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Food prices increase: first assessment of Kakhovka dam destruction consequences

Food prices increase: first assessment of Kakhovka dam destruction consequences The NBU anticipates food prices increase following the dam destruction (Photo: RBC-Ukraine)
Author: RBC Ukraine

In a briefing, the Head of the National Bank of Ukraine, Andriy Pyshnyy, reported that the first assessment of the Kakhovka HPP destruction consequences was carried out.

"This act of terrorism will contribute an additional 0.3 percentage points to this year's inflation due to the disruption of operations at a number of enterprises and partial crop loss, primarily vegetables," he said.

Pyshnyy noted that "the long-term destructive effects of the Kakhovka HPP dam destruction are unprecedentedly significant, but their full assessment will only be possible with time".

Vegetable crops affected

Deputy Head of the National Bank of Ukraine, Sergiy Nikolaychuk, announced that approximately 10 to 14 percent of the total vegetable crop is at risk due to flooding and soil drying in the Kherson, Zaporizhzhia, and Dnipropetrovsk regions.

"However, we estimate the crop losses for vegetables to be slightly less than 5%, as the share of flooded areas in the controlled territories is relatively small, although it is clear that crop yields may decrease," Nikolaychuk said.

He mentioned that 20% of eggplants are at risk due to drying in the controlled territory. "Cucumbers, watermelons, tomatoes, and peppers are also at risk. As for carrots, the percentage is lower," he added.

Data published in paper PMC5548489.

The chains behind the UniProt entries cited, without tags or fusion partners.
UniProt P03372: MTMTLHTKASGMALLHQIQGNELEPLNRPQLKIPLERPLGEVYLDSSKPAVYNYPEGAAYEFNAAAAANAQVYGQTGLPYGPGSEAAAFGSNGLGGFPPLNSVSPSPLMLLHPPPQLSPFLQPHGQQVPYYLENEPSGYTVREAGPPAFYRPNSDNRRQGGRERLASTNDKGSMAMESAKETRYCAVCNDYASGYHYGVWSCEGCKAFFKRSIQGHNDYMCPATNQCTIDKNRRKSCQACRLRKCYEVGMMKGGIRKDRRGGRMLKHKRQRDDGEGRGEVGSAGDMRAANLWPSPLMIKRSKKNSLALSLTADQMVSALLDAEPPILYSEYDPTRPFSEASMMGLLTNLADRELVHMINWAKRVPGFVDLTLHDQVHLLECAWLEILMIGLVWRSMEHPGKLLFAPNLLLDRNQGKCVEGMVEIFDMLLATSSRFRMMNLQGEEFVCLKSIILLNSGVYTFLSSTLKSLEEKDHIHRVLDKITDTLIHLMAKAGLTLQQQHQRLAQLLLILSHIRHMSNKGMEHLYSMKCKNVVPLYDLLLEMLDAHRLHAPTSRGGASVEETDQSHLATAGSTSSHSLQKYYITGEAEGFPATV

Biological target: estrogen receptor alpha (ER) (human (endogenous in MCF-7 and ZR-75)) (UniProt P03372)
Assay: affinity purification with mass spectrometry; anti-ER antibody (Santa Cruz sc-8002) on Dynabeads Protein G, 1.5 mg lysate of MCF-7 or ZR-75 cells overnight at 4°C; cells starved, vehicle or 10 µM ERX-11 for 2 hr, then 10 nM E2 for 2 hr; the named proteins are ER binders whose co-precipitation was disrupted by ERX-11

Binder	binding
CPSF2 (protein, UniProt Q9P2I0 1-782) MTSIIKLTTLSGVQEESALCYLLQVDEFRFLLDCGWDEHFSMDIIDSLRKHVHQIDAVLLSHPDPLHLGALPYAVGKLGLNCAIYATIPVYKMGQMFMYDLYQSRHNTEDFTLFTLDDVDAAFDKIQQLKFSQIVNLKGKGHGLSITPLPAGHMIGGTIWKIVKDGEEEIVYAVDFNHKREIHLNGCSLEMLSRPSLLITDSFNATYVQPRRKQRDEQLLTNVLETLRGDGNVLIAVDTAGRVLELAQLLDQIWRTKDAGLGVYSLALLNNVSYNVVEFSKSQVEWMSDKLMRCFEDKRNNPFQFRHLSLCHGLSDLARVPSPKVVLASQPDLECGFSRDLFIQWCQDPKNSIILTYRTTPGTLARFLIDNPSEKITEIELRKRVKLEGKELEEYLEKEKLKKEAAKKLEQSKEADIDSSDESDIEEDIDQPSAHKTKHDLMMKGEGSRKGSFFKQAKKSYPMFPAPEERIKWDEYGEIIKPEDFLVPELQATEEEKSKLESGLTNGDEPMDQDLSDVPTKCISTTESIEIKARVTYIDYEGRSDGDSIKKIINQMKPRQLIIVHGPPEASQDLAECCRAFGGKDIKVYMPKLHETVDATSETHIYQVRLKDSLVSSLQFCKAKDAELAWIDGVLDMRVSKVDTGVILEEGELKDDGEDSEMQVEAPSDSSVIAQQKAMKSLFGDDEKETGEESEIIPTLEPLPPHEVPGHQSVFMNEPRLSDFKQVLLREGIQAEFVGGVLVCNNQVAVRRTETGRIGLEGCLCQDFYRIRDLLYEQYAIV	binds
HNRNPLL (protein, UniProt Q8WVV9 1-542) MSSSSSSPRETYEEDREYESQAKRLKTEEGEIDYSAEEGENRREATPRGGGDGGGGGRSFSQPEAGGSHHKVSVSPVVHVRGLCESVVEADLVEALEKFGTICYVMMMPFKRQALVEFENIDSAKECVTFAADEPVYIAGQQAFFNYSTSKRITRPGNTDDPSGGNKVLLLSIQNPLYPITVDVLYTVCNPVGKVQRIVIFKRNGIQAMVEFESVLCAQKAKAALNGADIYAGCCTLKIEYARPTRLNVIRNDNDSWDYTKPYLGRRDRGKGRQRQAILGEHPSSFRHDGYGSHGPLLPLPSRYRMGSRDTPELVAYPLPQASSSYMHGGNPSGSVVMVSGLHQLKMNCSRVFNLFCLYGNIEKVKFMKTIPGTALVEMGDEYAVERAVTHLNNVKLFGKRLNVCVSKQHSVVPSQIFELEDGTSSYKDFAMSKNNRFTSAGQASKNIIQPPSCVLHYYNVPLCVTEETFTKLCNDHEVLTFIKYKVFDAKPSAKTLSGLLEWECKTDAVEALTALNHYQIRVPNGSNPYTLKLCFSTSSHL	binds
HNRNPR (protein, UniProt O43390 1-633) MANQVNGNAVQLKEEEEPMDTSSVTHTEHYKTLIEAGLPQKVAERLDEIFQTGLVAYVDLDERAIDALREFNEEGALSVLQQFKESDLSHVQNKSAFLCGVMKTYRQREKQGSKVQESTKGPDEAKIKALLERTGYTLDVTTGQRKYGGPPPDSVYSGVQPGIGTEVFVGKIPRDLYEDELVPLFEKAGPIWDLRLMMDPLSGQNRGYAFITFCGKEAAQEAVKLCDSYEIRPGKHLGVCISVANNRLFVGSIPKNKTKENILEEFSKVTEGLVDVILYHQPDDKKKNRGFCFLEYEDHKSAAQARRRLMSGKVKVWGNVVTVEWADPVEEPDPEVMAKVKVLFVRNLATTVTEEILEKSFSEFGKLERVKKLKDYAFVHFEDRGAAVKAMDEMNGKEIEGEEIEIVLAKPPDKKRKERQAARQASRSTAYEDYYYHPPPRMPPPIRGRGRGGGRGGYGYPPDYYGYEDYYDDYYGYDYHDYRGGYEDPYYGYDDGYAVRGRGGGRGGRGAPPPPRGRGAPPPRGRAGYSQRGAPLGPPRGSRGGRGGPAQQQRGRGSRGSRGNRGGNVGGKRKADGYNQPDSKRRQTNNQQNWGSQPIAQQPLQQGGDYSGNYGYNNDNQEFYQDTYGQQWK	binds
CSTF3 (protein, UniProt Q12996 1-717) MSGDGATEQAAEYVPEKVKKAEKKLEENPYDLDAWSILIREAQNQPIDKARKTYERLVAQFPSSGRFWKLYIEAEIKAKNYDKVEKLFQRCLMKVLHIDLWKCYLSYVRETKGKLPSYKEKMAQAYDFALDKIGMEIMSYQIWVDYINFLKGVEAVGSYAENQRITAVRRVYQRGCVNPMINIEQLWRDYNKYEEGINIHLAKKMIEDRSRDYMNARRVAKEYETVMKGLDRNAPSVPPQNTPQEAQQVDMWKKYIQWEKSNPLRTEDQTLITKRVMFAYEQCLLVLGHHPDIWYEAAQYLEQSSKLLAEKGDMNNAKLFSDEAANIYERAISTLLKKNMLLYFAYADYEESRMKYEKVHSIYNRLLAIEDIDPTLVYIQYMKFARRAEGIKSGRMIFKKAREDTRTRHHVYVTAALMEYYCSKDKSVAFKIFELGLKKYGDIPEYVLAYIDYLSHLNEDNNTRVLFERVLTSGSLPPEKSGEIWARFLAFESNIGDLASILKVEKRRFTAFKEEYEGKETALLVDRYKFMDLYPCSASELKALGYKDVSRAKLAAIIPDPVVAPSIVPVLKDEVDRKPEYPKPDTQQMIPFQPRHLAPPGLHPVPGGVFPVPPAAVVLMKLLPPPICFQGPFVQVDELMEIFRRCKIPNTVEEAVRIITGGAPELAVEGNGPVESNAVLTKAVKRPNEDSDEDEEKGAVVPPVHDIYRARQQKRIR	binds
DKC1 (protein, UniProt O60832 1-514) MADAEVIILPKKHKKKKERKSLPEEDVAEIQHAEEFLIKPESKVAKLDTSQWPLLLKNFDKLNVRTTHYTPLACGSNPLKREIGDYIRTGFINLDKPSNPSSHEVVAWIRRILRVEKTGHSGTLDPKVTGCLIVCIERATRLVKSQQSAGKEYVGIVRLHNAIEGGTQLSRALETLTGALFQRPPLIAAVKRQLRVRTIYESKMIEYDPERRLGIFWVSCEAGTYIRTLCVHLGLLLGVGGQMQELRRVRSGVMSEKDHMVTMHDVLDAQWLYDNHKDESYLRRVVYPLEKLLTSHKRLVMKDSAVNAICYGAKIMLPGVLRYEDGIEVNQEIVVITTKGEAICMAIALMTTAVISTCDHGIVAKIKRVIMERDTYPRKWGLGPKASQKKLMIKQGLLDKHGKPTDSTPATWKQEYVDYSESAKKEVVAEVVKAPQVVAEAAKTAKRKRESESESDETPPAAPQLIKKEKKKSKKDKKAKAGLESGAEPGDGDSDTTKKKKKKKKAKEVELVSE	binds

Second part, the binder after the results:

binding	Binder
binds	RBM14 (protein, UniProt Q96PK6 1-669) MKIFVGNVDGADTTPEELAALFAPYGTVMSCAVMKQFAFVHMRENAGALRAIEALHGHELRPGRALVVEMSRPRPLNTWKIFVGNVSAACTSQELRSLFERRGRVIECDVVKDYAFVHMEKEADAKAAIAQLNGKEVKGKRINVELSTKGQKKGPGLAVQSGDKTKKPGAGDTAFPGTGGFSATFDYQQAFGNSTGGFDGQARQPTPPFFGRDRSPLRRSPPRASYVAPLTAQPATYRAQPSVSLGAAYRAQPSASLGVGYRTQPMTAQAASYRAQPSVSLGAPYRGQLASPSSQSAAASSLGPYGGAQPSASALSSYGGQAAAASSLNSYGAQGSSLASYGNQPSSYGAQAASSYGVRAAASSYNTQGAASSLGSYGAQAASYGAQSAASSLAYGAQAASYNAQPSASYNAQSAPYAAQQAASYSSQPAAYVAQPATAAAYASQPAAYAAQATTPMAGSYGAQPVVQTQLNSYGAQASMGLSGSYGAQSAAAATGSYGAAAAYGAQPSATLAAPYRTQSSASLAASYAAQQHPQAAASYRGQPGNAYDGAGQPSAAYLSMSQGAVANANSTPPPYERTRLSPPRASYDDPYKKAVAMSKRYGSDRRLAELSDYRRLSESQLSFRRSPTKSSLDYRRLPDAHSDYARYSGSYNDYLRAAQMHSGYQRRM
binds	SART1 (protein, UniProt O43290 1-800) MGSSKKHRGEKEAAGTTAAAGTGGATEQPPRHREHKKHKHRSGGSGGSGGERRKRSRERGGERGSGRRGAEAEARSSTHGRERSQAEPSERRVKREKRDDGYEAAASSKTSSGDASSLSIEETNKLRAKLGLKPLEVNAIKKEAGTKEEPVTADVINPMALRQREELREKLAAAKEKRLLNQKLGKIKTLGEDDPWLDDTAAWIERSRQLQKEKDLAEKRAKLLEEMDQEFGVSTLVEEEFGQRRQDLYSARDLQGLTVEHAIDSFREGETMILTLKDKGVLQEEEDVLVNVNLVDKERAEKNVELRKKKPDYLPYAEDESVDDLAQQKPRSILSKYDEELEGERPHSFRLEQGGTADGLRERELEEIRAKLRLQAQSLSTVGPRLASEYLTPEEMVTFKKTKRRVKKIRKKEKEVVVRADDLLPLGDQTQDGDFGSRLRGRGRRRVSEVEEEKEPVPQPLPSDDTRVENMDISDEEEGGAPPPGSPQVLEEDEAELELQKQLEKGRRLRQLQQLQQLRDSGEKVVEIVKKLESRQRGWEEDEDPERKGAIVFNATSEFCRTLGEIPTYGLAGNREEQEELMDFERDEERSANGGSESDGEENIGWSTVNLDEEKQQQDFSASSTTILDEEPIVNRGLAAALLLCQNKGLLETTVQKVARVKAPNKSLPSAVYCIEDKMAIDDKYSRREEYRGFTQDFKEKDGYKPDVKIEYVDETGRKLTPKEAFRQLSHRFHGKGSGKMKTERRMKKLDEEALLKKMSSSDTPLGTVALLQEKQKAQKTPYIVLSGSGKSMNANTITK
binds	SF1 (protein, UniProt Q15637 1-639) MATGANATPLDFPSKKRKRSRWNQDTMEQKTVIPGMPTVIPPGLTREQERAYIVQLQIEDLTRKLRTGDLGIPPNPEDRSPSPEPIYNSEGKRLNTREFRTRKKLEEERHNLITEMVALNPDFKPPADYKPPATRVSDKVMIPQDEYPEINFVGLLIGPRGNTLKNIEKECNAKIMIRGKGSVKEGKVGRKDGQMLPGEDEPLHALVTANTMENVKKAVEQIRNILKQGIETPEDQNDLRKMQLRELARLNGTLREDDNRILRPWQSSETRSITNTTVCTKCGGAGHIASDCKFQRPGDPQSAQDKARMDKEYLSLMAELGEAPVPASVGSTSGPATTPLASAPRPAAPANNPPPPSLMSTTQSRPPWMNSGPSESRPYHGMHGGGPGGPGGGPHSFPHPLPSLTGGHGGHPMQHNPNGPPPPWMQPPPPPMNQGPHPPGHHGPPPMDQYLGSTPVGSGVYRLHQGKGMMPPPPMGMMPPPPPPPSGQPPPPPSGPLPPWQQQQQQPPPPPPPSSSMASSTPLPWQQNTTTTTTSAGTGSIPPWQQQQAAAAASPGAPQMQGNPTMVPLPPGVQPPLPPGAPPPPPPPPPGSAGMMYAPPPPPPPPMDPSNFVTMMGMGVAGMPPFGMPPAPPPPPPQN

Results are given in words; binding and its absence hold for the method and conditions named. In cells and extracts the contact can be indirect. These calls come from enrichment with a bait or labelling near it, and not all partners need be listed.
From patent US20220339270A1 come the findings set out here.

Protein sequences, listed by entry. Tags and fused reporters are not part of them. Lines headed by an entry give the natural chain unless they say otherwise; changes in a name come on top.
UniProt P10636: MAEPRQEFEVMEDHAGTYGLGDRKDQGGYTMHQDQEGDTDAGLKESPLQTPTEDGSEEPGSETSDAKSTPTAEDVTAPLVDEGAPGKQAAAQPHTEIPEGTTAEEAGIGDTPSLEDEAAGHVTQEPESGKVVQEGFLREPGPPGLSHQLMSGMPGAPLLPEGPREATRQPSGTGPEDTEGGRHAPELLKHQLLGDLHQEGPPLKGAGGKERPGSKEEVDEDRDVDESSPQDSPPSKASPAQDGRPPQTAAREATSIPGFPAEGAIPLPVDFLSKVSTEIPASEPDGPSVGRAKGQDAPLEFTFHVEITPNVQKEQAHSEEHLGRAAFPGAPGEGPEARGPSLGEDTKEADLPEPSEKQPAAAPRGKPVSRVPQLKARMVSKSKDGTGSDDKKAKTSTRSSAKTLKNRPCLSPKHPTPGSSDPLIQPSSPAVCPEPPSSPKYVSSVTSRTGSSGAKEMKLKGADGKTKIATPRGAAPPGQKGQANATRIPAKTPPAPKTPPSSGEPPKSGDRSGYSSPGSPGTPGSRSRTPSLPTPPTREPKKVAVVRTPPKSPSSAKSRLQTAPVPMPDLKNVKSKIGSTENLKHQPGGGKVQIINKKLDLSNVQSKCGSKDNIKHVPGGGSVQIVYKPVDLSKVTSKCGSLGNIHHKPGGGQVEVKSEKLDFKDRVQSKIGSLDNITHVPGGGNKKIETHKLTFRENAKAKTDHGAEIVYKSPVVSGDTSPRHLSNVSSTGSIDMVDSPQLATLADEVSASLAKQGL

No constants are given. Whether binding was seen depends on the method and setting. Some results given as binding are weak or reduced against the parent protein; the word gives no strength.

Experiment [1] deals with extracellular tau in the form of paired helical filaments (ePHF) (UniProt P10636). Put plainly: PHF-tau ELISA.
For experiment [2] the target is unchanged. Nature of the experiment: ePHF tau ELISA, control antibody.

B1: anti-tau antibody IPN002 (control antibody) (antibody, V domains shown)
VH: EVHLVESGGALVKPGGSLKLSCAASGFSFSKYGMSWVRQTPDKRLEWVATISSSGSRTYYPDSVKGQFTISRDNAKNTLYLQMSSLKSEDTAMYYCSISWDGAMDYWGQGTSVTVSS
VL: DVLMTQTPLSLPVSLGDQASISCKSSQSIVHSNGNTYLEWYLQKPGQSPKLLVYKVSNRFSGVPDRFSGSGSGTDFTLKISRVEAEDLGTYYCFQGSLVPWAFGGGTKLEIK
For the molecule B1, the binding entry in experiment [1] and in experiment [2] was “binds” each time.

Prices in Ukraine

The Head of the National Bank of Ukraine emphasized that inflation slowed to 15.3% on a yearly basis in May. In addition to the base effect of comparison, this was facilitated by sufficient food and fuel supplies, strengthening of the cash exchange rate, as well as improvement in inflation and exchange rate expectations.

Despite the slowdown in overall inflation, the fundamental inflationary pressure remains quite high. The National Bank expects that inflation reduction will continue due to improved logistics, lower prices in global commodity markets, and consistent monetary policy.

"However, this process will not be as rapid as in previous months," Pyshnyy noted.

First, the base effect of comparison, which contributed to a significant decrease in inflation in the first half of the year, will gradually diminish. Second, the price dynamics will be influenced by increases in certain tariffs for housing and communal services and the announced return to pre-war levels of taxation in the fuel market, he said.

Kakhovka HPP dam and crops in Ukraine

Russian military forces blew up the dam of the Kakhovka HPP in the Kherson region on June 6.

Taras Vysotskyi, the First Deputy Minister of Agrarian Policy and Food of Ukraine, stated that several million tons of this year's harvest could be lost due to flooding and the impossibility of cultivation.

Mykola Solskyi, the Minister of Agrarian Policy and Food of Ukraine, reported that the irrigation problem will become the most significant issue in agriculture in southern Ukraine after the dam was destroyed since the Kakhovka Canal supplied water to over half a million hectares of land.